I interspersed the antibiotics with more paracetamol, Extra Strength, and grimly hung on in there for the next three days. It got worse. I made another emergency appointment, and this time the dentist took new x-rays which were developed immediately. After inspecting these, she found a vertical hairline crack through the root of the problem crown, which had been in line with the previous x-ray print and therefore undetectable.
I requested extraction, immediately and forthwith - as I'd requested on my first emergency appointment, incidentally. The dentist expressed a slight reluctance to 'give up' on this tooth, but I was resolute and she acceded to my wishes. I refused anesthetic, feeling that I couldn't experience more pain than I already had. The crown came off quickly and easily, and the dentist then made an attempt to extract the root (using what looked suspiciously like a pair of needle-nosed pliers). She did virtually everything she could, barring putting one foot on my chest for leverage, but managed only to extract one small piece of the now fragmented root. None of her surgical implements could produce the necessary grip or leverage. She apologized and explained that I needed a minor operation to effect this extraction, and I would have to make an appointment for a day when she had a complete hour available. This proved to be a week away.
I went home. Although the crown had been removed and the pressure should by now have gone, the pain continued. There were decaying shards of tooth festering inside my gum, and they weren't afraid of letting me know about it. The pain was coming in waves, going through different levels - the initial close area of pain around the root slowly widened, throbbing in time with my pulse, becoming less defined, more of a dull pounding. It spread from my upper gum to the bottom one, then to my entire jaw, then up to my temple, then to the whole right side of my head. It was excruciating to move, speak, listen, eat, or even to blink.
I lived an entire week in agony, living the grim life of a helpless drug addict. I spent the time lying listlessly, watching the clock, waiting for four hours to be gone so I could numb my head by taking the next blast of codeine. This didn't actually kill the pain, but it reduced it to a manageable level for an hour or so - even if the effects were just psychosomatic. Then the process started again, through day and night, the longing for that glass of cloudy liquid, the gritty texture on my tongue, the chalky taste, the blissful sensation of cold liquid swirling around my tortured gums. During all this I didn't sleep properly for about two weeks, and spent the last ten of those days largely in a state of dazed delirium. It was one of those periods of time that the brain negates afterwards, refuses to accept such horror can have existed, sometimes provides amnesia to deal with . . . with hindsight that fortnight to me seems to have been over very quickly, but I know that it wasn't. It was, in fact, virtually endless.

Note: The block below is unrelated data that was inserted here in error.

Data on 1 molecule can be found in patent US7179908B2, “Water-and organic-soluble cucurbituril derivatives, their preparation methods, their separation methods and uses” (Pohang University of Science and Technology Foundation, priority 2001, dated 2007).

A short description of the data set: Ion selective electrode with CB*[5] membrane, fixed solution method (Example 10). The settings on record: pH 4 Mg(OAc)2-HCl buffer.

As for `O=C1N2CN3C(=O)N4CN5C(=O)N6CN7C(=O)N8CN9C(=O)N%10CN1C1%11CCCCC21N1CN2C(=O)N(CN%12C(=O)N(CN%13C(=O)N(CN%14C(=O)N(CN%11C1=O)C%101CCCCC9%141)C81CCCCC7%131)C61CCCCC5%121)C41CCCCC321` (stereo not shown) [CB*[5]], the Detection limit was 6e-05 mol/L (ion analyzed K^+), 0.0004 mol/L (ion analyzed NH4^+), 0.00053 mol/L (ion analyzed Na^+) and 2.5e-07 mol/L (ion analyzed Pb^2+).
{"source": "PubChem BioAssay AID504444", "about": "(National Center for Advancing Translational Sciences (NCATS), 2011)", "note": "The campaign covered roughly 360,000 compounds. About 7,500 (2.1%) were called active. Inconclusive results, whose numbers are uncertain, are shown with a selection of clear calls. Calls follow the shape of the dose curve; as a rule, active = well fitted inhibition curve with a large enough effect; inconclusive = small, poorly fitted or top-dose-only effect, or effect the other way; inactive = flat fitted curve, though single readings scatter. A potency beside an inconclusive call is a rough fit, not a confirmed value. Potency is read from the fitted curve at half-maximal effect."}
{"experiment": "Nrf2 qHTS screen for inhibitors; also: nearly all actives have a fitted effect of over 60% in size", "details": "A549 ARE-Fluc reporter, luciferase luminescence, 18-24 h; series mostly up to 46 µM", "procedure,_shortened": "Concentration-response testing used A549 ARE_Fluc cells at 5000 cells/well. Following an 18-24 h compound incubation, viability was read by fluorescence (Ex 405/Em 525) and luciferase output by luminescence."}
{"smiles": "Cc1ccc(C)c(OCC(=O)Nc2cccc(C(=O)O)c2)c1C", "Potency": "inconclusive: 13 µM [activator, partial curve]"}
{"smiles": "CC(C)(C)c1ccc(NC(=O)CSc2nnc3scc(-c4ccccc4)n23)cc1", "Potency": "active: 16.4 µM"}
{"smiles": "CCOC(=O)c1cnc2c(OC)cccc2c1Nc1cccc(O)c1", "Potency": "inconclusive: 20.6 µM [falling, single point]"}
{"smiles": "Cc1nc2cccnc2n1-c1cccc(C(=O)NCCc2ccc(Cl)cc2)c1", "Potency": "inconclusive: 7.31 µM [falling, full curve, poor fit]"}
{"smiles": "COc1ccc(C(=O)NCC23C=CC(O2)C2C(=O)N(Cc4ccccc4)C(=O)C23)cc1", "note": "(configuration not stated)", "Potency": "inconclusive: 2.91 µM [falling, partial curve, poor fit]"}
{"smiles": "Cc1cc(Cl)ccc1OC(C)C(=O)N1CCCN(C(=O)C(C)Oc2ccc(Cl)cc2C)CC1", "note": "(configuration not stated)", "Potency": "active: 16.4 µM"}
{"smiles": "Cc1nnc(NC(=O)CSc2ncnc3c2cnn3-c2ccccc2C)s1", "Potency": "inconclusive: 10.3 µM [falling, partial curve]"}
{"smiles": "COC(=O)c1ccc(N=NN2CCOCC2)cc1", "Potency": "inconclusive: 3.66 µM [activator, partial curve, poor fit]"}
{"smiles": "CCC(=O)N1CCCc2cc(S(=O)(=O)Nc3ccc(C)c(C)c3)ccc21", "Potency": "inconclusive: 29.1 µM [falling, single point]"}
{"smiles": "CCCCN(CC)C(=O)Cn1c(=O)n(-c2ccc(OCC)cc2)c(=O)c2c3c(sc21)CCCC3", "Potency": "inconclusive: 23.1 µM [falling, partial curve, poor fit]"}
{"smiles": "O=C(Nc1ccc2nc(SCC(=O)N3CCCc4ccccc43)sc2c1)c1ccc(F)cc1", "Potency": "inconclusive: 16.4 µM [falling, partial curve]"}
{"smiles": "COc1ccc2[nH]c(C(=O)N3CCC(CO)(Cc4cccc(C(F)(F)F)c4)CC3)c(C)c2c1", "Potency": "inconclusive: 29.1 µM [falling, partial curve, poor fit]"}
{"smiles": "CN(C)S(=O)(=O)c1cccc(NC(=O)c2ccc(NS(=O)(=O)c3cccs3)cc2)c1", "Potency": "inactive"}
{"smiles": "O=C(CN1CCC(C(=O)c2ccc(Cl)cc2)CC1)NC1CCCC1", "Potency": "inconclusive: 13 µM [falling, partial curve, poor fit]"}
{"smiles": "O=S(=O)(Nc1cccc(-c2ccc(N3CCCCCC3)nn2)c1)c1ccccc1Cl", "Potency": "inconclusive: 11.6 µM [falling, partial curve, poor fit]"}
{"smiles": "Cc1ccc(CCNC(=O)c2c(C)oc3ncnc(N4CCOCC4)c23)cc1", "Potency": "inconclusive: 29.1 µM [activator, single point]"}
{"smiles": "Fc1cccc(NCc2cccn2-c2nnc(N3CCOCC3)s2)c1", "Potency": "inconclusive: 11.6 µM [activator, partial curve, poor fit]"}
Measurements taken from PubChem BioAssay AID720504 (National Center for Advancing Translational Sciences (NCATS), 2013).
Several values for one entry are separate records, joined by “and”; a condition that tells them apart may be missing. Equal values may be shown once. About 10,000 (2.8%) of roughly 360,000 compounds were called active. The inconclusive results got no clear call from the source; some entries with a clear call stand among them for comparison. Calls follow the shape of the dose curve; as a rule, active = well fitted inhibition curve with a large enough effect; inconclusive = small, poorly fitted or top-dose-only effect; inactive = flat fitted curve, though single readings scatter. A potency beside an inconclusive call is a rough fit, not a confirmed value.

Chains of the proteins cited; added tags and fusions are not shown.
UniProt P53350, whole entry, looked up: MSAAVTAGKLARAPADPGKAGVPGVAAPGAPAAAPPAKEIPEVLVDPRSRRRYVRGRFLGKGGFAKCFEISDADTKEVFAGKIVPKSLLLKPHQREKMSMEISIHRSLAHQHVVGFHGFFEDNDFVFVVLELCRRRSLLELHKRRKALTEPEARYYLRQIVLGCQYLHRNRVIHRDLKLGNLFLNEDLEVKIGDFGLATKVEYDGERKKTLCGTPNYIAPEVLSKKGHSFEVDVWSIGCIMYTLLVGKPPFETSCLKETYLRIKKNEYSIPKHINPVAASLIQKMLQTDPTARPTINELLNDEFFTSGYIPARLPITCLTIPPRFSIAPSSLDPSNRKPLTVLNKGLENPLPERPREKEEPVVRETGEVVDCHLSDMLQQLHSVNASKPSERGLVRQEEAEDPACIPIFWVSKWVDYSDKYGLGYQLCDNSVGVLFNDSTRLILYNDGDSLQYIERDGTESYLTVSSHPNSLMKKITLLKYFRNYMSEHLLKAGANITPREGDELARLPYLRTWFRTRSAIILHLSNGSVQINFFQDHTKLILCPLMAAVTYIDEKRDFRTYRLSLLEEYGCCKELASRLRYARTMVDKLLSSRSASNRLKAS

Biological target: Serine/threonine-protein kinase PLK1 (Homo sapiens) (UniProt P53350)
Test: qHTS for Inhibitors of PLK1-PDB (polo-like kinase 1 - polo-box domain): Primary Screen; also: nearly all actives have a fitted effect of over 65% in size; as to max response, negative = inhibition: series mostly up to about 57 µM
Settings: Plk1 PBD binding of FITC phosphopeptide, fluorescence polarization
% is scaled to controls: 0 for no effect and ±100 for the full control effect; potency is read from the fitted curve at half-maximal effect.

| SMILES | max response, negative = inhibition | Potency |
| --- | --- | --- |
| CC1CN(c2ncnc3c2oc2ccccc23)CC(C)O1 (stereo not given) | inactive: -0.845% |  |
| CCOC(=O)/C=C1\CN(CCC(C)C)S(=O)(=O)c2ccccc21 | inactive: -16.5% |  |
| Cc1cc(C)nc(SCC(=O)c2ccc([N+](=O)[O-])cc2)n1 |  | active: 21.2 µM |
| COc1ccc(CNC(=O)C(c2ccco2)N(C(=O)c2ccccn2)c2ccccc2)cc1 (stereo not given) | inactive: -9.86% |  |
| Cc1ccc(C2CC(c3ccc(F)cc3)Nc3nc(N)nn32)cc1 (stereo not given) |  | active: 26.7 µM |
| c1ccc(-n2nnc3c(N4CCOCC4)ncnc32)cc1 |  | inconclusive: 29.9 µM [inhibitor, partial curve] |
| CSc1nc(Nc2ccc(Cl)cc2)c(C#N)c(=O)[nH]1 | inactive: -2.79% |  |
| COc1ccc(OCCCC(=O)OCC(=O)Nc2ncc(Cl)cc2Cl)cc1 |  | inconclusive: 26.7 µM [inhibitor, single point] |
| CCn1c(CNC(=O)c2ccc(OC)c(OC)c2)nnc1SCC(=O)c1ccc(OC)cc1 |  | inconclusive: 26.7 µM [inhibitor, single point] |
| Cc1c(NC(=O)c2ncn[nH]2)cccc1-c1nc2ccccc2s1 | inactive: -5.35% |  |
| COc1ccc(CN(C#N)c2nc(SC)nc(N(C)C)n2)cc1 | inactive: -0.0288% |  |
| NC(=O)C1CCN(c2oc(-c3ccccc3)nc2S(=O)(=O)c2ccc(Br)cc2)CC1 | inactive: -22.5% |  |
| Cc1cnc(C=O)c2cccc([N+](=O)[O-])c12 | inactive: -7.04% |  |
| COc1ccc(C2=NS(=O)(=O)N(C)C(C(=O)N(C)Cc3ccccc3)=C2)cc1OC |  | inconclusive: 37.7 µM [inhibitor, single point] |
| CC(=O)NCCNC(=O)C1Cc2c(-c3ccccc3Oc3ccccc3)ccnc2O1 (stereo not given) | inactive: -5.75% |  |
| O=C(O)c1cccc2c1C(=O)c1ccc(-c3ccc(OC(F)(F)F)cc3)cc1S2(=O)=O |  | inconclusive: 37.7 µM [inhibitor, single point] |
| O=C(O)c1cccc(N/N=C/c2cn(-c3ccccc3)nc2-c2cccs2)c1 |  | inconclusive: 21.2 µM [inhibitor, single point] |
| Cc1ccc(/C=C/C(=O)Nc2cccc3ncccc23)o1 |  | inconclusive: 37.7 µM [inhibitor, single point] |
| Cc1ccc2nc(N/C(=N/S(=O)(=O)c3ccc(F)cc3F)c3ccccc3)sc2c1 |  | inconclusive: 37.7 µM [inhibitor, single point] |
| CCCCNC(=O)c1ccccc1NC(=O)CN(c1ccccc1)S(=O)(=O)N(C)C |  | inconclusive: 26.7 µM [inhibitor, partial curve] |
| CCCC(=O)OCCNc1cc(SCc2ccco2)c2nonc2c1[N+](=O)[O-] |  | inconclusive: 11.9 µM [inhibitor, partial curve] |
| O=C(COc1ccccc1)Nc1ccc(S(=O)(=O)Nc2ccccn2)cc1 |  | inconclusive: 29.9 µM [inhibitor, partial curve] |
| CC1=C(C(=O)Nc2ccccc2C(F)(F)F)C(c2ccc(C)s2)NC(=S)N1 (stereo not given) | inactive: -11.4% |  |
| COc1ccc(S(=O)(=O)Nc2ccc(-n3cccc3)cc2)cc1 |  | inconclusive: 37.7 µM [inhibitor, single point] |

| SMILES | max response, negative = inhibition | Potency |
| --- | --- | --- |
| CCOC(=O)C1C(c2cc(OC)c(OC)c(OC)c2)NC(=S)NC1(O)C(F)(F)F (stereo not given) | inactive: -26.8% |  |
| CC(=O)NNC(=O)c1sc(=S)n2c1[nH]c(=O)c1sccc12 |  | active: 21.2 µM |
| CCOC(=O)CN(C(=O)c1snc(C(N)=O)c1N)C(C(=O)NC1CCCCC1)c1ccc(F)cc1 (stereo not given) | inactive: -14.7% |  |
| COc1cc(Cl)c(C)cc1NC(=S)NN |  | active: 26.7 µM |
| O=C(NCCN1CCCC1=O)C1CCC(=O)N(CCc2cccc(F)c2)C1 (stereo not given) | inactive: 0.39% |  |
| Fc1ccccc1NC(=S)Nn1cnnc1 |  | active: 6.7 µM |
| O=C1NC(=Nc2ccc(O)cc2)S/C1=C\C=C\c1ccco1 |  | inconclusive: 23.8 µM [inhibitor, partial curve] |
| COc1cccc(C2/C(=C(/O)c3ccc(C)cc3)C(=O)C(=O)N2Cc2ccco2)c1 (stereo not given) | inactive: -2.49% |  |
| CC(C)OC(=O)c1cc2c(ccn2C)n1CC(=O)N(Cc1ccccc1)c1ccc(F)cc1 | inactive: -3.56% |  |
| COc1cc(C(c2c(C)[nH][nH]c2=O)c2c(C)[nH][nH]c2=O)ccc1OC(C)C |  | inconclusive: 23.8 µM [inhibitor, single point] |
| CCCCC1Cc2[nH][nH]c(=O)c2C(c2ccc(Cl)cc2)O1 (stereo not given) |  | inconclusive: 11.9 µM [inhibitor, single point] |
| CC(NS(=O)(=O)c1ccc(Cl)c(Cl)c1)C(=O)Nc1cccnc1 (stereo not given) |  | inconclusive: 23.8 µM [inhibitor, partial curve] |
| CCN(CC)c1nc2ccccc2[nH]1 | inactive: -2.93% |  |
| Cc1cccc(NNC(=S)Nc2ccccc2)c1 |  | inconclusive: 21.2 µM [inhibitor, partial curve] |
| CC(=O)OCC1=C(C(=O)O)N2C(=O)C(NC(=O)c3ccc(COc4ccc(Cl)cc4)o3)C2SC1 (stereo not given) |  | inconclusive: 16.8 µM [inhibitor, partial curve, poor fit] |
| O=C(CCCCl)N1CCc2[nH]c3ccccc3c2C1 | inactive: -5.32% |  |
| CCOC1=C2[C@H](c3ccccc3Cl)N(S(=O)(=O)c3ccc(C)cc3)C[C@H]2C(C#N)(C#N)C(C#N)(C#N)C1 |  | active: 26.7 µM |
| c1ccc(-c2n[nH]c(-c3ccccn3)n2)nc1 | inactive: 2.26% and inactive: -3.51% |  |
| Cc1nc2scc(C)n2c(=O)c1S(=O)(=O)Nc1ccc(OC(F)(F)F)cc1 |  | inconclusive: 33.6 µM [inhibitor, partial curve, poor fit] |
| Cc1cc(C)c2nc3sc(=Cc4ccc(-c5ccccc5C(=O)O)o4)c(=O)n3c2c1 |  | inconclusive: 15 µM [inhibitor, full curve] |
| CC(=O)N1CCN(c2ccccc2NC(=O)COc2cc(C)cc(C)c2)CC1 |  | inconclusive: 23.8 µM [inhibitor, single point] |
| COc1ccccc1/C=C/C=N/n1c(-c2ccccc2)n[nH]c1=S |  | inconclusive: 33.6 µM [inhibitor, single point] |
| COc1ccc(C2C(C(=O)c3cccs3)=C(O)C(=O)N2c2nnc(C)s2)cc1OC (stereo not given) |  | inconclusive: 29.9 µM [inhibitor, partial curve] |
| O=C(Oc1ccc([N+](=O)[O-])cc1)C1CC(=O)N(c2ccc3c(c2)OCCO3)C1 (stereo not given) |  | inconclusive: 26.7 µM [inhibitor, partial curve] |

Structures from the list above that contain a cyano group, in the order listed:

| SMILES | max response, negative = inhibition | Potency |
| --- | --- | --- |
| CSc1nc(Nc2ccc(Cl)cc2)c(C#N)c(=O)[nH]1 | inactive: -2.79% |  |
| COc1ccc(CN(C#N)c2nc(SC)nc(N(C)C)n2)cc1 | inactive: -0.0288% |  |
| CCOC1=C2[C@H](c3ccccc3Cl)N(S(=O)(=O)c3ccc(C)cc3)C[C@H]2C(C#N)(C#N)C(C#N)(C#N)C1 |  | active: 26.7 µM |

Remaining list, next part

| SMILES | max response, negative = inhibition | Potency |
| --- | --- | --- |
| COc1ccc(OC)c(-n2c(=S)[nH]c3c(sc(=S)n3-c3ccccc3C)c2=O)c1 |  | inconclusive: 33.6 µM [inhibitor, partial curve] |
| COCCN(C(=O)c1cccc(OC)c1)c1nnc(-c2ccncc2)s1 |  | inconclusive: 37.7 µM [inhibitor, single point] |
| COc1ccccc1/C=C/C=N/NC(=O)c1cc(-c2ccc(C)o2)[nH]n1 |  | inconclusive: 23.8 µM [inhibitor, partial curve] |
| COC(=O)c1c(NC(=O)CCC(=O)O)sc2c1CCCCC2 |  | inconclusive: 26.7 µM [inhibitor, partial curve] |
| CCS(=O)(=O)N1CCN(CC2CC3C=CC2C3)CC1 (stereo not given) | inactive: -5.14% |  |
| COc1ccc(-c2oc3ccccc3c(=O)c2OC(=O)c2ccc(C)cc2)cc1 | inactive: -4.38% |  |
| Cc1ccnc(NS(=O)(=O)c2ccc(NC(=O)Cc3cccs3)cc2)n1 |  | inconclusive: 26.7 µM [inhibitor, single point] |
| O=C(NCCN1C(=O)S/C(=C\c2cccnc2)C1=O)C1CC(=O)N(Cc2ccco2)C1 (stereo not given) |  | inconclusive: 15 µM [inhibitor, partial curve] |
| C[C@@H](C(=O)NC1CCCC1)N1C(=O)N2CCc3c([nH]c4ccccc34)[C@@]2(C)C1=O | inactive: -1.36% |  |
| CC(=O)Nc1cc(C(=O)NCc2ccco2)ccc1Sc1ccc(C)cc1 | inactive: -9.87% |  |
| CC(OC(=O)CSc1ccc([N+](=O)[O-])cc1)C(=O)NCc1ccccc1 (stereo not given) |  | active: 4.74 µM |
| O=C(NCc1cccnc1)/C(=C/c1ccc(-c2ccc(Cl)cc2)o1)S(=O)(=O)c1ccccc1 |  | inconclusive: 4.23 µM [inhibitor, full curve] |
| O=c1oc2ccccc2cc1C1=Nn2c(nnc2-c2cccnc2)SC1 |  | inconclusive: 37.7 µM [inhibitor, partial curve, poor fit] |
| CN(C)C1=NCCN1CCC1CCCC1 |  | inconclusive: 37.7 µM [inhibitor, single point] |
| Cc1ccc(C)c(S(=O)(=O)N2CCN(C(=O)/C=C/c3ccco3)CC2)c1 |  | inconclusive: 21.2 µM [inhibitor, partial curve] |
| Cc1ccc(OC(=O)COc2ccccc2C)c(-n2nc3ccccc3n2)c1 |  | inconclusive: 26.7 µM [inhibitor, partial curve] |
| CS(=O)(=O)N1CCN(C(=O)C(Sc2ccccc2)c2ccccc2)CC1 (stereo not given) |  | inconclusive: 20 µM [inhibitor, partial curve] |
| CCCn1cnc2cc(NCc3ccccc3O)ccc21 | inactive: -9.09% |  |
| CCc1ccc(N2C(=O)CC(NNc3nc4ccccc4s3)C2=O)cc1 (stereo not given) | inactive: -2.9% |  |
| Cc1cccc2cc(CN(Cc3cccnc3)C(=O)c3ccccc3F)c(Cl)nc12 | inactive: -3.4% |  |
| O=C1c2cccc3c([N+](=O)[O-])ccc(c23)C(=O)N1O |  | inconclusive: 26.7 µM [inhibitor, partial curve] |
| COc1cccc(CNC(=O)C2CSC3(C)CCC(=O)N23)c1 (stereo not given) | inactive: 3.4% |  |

The day of my minor surgical operation arrived, and I was past caring. I'd have volunteered for vivisection or euthanasia by then. I physically couldn't drive myself to the surgery, I was having difficulty even walking unaided. Once in the chair, I had the necessary anesthetic injections and when my face was numb the dentist began. I was awake - of sorts - throughout the process, and everything was explained to me as it happened. Weirdly, I was disassociated with my body and took the role of an observer, experiencing no pain but feeling the vibrations and the pressure of my jaw being pulled as the tooth fragments relinquished their grip, one by one.
The dentist initially sliced a section of the flesh covering my gum, peeling away a flap of skin to uncover the bone around the area of the affected root. She next used what was essentially a small power drill to grind away the upper jawbone, so that she could get deeper into the tooth socket to obtain a better grip and a lower leverage point. The dental assistant was keeping me mopped up and using a vacuum tube to remove the blood, and cheerfully remarked at one point that I looked worse than most things she'd seen in horror films. Yeah, great, thanks. Most encouraging.
After much heaving, straining and grunting, the offending pieces of tooth were removed and no, thank you, I didn't want to keep them as mementoes. My face was stitched back together and I went home again, quite possibly in a mild state of shock but too numb to know it, with a gap in my upper jaw and several stitches my tongue couldn't quite manage to leave completely alone. The toothache had gone, but after so long my head just kept throbbing anyway out of habit. I spent another couple of days taking codeine. A week later the stitches were, fairly painlessly, removed. The gap was tender afterwards, as if the jagged edges of the bone underneath were trying to emerge through the gum. I think it was probably six or eight months before it was properly healed.
I can't help but recall the old saying "Those who do not remember the past are condemned to repeat it"; well not only do I remember it but it's chronicled here for all to see. I don't want to repeat that, thank you.
These have been the main events in my dental history to date, excepting the lower left premolar that never made it through the gum because of overcrowding, but 'fell over' and grew sideways under my gum - I've seen it on my x-ray prints!
Also, as I'm writing this I've a tiny ache where one of my wisdom teeth is pushing its weight around; evidently it's attempting to grow against my jawbone, an unstoppable force meeting an immovable object. The dentist has advised me to bear the discomfort as long as humanly possible because extracting this tooth could be problematic. The nerve running along the lower jaw is so close to the tooth that if they tried to yank it out, the nerve would almost certainly be damaged and I could end up with no feeling in the right side of my face.
Stan Batcow, September 1998. www.pumf.net